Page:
The immorality of impassibility—Part 4

grief

I wasn’t planning on a Part 4, but a last re-read of Sirvent’s ch. 6 (“The Immorality of Impassibility”) brought some things to mind that I thought relevant to his thesis.

(1) Sirvent rejects Chalcedon, and this rejection is central to his thesis. That pretty much kills his thesis for me, though I suppose it poses no problems for most others. He describes the “danger of uncritically subscribing to Chalcedon,” a creed he considers to be a “mistake” from “bygone eras.” He writes:

Perhaps “mistake” is too harsh a word, for the creed probably reflected the best wisdom of its time. And perhaps it even reflected the best wisdom of the subsequent fifteen centuries of Christian theology. But this is not to say that it reflects the best wisdom of today. My goal in this book has been to explore how modern understandings of morality may clue us in to God’s moral nature. The danger in uncritically subscribing to Chalcedon is twofold: (1) we reject centuries of theological and philosophical progress that has been made since then, and (2) as a result, we bind ourselves to the worldview of bygone eras, not to mention their political and religious goals for establishing the doctrine. Moreover, the fact that Chalcedon was considered orthodoxy for fifteen centuries does not speak to its theological validity as much as it speaks to the authoritative nature of those creeds back then. Indeed, dissenters did not have the luxury of an amendment process like the one found in the United States Constitution.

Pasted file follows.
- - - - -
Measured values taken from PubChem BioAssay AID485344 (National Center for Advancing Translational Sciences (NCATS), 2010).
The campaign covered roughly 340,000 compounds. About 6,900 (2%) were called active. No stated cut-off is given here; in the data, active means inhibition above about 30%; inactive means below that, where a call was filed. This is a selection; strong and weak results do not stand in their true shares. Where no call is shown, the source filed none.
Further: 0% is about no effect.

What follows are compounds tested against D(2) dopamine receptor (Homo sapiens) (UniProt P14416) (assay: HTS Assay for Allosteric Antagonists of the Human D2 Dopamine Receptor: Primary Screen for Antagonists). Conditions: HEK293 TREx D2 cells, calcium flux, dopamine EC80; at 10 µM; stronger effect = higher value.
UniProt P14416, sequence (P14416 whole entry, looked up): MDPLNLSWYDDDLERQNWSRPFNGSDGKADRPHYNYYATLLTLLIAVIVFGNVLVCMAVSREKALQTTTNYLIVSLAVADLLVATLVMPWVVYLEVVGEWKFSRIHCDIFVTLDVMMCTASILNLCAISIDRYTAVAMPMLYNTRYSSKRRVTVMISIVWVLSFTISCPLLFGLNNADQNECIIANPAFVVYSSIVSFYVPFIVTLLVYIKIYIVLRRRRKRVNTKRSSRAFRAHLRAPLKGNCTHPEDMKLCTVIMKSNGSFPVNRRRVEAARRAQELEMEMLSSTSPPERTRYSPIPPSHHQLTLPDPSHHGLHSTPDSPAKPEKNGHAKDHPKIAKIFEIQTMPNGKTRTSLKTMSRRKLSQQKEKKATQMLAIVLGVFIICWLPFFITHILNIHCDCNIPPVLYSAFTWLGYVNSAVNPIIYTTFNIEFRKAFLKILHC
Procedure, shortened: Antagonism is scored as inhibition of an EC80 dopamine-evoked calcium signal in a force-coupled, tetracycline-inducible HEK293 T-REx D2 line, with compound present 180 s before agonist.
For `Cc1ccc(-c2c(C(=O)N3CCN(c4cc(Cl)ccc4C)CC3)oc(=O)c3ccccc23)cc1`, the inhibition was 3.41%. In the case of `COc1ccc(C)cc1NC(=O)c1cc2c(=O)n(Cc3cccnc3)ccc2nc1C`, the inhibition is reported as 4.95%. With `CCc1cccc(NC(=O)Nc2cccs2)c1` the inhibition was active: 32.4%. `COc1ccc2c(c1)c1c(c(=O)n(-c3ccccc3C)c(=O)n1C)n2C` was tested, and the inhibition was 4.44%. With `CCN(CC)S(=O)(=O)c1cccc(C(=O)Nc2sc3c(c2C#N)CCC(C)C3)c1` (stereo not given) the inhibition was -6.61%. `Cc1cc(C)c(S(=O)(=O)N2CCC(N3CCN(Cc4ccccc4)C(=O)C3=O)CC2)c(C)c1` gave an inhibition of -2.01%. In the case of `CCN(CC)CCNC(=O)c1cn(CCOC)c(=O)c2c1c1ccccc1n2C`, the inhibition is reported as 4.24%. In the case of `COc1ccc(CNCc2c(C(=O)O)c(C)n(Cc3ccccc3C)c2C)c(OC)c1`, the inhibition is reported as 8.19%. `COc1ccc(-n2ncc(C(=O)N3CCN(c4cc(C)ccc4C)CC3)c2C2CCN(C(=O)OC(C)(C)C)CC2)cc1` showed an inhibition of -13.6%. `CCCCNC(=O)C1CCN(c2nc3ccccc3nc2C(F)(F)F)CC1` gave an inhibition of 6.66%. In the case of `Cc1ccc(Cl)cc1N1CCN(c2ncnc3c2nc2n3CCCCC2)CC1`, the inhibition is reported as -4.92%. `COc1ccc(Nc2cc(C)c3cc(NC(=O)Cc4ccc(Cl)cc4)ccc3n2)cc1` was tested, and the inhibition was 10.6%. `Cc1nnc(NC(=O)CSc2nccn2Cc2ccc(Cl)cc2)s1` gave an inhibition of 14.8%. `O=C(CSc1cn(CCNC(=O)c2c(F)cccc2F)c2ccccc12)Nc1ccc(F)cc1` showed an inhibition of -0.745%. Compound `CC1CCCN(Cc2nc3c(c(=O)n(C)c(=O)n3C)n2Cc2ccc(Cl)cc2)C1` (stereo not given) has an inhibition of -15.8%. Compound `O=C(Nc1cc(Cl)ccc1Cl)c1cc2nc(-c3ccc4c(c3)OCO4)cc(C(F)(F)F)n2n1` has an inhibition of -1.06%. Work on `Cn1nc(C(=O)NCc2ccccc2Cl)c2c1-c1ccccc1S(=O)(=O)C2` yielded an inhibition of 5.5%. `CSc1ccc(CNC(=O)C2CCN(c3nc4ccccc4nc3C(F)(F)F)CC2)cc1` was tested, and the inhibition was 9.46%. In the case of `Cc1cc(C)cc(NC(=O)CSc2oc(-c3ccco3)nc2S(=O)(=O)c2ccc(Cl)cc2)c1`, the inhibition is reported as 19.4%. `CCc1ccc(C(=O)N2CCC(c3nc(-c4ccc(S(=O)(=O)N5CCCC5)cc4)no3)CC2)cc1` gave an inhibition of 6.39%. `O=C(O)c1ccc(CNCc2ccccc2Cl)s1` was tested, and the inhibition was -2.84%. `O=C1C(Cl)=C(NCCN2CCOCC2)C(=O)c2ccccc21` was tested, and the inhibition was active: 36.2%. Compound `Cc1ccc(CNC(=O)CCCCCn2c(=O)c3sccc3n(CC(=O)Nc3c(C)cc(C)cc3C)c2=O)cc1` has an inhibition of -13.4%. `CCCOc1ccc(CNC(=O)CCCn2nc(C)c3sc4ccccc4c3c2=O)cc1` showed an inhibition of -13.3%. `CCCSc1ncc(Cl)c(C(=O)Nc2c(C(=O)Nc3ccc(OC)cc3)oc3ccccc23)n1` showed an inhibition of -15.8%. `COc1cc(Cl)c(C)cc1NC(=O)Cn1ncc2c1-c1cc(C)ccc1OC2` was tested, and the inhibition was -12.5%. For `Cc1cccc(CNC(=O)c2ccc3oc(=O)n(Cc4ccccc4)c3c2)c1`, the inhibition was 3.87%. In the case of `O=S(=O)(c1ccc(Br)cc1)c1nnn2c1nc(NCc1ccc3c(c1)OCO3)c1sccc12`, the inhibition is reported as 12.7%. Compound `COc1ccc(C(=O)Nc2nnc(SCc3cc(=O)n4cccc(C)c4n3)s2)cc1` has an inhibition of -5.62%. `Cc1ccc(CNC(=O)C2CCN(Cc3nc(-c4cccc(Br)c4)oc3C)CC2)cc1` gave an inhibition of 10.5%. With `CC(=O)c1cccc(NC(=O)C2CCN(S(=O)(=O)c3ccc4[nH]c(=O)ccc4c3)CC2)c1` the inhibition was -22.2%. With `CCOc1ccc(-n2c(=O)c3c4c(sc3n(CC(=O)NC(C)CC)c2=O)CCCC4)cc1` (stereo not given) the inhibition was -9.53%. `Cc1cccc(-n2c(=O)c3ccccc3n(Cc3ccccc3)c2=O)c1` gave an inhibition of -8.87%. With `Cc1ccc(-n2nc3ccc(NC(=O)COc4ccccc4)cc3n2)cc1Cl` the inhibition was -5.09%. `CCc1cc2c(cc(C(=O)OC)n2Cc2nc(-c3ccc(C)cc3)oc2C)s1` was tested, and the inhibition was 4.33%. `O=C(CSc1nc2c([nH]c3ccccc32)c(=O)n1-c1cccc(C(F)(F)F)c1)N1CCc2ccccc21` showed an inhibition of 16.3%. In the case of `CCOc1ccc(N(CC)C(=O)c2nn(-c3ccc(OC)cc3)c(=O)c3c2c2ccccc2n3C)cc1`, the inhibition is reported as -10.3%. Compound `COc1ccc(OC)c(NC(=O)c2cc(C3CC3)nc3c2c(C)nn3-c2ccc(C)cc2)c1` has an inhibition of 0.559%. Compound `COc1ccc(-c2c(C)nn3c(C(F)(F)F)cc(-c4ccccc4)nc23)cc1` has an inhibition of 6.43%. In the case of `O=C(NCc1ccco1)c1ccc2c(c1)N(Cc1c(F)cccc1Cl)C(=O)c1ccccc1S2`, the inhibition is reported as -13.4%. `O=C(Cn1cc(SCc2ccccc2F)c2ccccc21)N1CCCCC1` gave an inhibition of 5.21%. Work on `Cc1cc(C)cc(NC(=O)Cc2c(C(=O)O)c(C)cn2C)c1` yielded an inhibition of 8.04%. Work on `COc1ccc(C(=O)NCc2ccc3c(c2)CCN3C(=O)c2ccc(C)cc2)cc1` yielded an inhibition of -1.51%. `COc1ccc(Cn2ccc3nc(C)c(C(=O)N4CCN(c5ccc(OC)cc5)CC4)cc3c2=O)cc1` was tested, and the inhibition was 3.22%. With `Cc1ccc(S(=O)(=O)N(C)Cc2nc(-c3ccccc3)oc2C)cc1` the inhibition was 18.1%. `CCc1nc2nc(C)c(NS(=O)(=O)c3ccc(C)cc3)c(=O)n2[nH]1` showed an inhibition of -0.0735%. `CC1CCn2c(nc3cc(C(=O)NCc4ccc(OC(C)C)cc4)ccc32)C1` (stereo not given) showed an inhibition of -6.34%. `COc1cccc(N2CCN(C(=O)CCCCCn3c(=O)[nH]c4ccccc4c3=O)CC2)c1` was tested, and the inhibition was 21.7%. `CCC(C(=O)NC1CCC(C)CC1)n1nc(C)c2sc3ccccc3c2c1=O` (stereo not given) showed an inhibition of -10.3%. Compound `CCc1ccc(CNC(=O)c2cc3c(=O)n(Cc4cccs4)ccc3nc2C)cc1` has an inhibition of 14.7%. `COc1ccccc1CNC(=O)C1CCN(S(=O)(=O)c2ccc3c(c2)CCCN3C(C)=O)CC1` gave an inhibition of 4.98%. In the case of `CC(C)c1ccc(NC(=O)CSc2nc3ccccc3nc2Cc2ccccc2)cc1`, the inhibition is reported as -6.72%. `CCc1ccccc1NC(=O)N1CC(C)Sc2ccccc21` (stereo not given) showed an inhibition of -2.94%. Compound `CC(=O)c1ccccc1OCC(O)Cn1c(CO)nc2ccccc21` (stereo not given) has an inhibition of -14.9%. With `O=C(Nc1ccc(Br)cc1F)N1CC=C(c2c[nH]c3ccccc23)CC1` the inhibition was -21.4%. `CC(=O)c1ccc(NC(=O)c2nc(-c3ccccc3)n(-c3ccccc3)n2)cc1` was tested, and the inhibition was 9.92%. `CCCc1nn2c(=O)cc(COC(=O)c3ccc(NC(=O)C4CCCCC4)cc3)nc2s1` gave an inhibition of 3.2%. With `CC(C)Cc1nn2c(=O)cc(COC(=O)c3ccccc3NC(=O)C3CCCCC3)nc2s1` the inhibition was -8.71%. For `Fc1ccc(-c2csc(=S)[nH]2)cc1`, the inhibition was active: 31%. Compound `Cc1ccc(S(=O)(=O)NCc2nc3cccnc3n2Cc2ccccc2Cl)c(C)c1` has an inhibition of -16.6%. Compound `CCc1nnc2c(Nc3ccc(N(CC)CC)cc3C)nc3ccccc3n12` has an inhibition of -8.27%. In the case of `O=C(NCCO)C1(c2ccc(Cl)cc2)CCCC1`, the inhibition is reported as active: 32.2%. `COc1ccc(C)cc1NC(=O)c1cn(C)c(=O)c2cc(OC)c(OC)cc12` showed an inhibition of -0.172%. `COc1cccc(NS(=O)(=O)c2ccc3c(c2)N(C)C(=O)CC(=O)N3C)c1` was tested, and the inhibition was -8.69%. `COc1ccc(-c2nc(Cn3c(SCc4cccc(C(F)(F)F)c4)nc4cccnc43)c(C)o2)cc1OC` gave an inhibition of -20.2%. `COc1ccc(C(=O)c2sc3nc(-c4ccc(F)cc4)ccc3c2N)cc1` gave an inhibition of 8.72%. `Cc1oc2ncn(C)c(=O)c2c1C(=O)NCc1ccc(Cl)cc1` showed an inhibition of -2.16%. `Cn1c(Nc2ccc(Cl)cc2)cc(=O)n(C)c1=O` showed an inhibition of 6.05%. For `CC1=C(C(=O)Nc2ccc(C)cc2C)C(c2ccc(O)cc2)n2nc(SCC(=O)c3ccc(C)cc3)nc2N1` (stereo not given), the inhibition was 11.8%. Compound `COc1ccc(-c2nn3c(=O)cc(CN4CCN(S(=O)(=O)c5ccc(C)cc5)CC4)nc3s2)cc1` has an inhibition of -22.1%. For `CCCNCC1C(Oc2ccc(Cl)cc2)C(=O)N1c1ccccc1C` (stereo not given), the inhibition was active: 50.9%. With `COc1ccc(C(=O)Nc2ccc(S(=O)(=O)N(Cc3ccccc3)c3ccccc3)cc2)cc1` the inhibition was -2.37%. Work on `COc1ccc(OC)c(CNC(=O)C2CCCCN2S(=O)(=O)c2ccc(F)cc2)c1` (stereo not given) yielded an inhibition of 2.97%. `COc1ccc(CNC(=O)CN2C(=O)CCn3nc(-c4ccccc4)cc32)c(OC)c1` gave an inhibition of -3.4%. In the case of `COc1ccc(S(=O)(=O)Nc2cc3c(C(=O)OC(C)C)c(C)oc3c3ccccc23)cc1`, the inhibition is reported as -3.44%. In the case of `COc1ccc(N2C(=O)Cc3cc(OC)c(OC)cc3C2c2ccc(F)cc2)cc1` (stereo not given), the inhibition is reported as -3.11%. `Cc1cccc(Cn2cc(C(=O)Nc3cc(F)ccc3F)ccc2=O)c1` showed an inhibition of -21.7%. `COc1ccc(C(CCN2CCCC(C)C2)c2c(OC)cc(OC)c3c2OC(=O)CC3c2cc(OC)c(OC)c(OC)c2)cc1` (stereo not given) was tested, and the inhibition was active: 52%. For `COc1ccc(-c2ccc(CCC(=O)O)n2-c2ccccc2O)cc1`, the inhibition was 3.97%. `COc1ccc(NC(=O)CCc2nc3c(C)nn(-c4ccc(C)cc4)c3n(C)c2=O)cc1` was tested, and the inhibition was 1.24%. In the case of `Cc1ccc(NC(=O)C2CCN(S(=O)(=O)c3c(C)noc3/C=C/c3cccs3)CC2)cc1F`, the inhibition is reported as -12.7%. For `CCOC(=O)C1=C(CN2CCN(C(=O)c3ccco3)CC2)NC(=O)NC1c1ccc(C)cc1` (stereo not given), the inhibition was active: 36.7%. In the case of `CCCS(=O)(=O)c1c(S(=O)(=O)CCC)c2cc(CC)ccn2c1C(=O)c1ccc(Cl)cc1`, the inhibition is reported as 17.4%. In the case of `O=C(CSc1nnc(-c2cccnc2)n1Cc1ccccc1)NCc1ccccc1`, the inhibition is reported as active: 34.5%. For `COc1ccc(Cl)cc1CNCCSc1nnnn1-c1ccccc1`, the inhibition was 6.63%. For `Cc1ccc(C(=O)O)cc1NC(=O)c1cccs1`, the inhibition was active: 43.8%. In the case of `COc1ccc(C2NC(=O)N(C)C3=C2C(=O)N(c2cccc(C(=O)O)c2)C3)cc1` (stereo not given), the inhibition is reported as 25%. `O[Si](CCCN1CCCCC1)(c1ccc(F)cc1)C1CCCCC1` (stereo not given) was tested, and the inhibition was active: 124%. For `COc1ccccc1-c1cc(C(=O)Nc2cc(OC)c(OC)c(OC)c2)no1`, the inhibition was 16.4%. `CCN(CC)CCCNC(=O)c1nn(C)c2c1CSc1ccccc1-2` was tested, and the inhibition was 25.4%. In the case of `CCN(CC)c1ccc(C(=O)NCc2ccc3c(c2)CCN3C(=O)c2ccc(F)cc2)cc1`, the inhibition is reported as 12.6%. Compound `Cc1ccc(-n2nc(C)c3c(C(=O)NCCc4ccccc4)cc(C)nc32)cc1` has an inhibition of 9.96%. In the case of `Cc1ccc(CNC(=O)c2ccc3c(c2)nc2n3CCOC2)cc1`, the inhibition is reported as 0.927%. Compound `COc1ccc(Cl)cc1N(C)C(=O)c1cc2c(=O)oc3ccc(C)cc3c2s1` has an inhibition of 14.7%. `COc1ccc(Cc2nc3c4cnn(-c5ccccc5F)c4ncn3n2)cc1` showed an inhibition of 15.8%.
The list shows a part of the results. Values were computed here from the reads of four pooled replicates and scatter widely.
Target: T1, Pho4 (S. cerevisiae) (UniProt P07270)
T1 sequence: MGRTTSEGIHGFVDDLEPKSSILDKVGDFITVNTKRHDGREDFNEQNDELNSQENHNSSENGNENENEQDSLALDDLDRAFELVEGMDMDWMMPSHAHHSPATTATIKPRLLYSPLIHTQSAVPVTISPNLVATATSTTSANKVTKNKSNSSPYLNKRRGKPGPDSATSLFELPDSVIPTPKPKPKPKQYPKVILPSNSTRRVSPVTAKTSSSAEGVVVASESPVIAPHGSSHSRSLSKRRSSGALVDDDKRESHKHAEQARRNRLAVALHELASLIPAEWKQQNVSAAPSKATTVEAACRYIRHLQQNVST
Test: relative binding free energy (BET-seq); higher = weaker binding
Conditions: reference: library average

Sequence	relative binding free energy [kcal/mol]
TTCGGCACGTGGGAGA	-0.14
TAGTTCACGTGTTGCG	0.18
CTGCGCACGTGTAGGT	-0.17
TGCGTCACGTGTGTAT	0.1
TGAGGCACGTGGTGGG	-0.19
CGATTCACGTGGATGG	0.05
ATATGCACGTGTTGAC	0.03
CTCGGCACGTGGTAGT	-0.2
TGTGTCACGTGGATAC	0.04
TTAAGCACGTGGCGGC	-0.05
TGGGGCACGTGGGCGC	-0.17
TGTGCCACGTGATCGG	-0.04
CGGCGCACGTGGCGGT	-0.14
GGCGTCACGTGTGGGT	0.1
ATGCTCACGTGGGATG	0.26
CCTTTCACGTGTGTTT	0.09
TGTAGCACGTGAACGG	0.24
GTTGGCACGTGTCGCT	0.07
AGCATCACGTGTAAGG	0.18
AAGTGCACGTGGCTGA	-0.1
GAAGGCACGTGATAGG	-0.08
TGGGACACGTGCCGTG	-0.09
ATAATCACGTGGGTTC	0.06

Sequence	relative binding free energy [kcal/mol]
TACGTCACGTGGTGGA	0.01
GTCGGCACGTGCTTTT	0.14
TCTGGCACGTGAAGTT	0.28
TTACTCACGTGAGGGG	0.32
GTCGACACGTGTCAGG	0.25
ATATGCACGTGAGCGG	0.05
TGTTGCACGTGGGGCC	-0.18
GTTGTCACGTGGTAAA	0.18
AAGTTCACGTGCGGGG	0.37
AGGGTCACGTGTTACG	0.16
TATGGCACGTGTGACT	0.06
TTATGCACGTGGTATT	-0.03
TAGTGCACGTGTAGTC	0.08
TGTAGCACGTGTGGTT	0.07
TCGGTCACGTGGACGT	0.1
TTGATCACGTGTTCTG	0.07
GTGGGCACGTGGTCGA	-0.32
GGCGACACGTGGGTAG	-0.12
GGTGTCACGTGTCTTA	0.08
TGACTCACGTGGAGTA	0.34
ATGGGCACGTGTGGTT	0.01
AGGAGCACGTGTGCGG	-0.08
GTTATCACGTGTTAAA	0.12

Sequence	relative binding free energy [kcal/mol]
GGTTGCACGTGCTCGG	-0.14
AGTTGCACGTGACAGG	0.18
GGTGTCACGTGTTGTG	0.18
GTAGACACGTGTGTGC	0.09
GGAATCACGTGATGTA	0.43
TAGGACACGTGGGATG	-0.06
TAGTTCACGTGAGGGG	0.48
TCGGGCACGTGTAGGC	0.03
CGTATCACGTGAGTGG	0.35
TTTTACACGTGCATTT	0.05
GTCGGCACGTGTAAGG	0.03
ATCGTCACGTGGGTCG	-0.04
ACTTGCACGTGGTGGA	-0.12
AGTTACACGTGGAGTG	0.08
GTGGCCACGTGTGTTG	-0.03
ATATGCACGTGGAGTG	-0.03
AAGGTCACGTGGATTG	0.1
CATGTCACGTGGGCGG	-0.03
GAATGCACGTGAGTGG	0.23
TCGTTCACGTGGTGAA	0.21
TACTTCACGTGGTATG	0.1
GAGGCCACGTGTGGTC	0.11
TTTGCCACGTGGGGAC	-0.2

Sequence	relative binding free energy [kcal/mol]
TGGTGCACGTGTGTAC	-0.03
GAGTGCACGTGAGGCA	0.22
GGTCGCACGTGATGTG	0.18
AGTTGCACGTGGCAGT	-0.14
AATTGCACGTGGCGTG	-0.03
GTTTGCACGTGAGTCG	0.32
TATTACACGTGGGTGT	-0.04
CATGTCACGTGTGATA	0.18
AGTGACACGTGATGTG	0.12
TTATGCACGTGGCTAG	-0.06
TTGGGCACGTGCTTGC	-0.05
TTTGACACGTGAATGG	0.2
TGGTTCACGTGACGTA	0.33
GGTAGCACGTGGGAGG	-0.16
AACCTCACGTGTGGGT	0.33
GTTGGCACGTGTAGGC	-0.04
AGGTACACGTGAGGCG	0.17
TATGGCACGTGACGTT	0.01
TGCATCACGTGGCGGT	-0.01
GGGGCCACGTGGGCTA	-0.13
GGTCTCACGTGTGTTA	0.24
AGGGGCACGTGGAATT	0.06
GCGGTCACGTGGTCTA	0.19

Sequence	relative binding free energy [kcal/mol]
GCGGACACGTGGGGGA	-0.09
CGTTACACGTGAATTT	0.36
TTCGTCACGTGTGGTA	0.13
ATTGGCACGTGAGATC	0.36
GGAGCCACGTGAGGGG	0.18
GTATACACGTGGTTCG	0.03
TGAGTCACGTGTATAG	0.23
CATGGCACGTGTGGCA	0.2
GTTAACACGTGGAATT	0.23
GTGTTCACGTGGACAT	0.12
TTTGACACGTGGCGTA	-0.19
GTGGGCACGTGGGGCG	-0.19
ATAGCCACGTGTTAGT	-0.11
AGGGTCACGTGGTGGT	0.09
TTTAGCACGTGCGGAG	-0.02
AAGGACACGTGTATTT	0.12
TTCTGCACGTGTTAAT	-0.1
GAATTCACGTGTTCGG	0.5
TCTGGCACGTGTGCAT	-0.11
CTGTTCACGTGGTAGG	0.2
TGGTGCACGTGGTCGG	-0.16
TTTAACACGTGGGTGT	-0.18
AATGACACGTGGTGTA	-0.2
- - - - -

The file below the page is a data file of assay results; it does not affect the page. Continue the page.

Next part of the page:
This seems bad thinking for couple of reasons: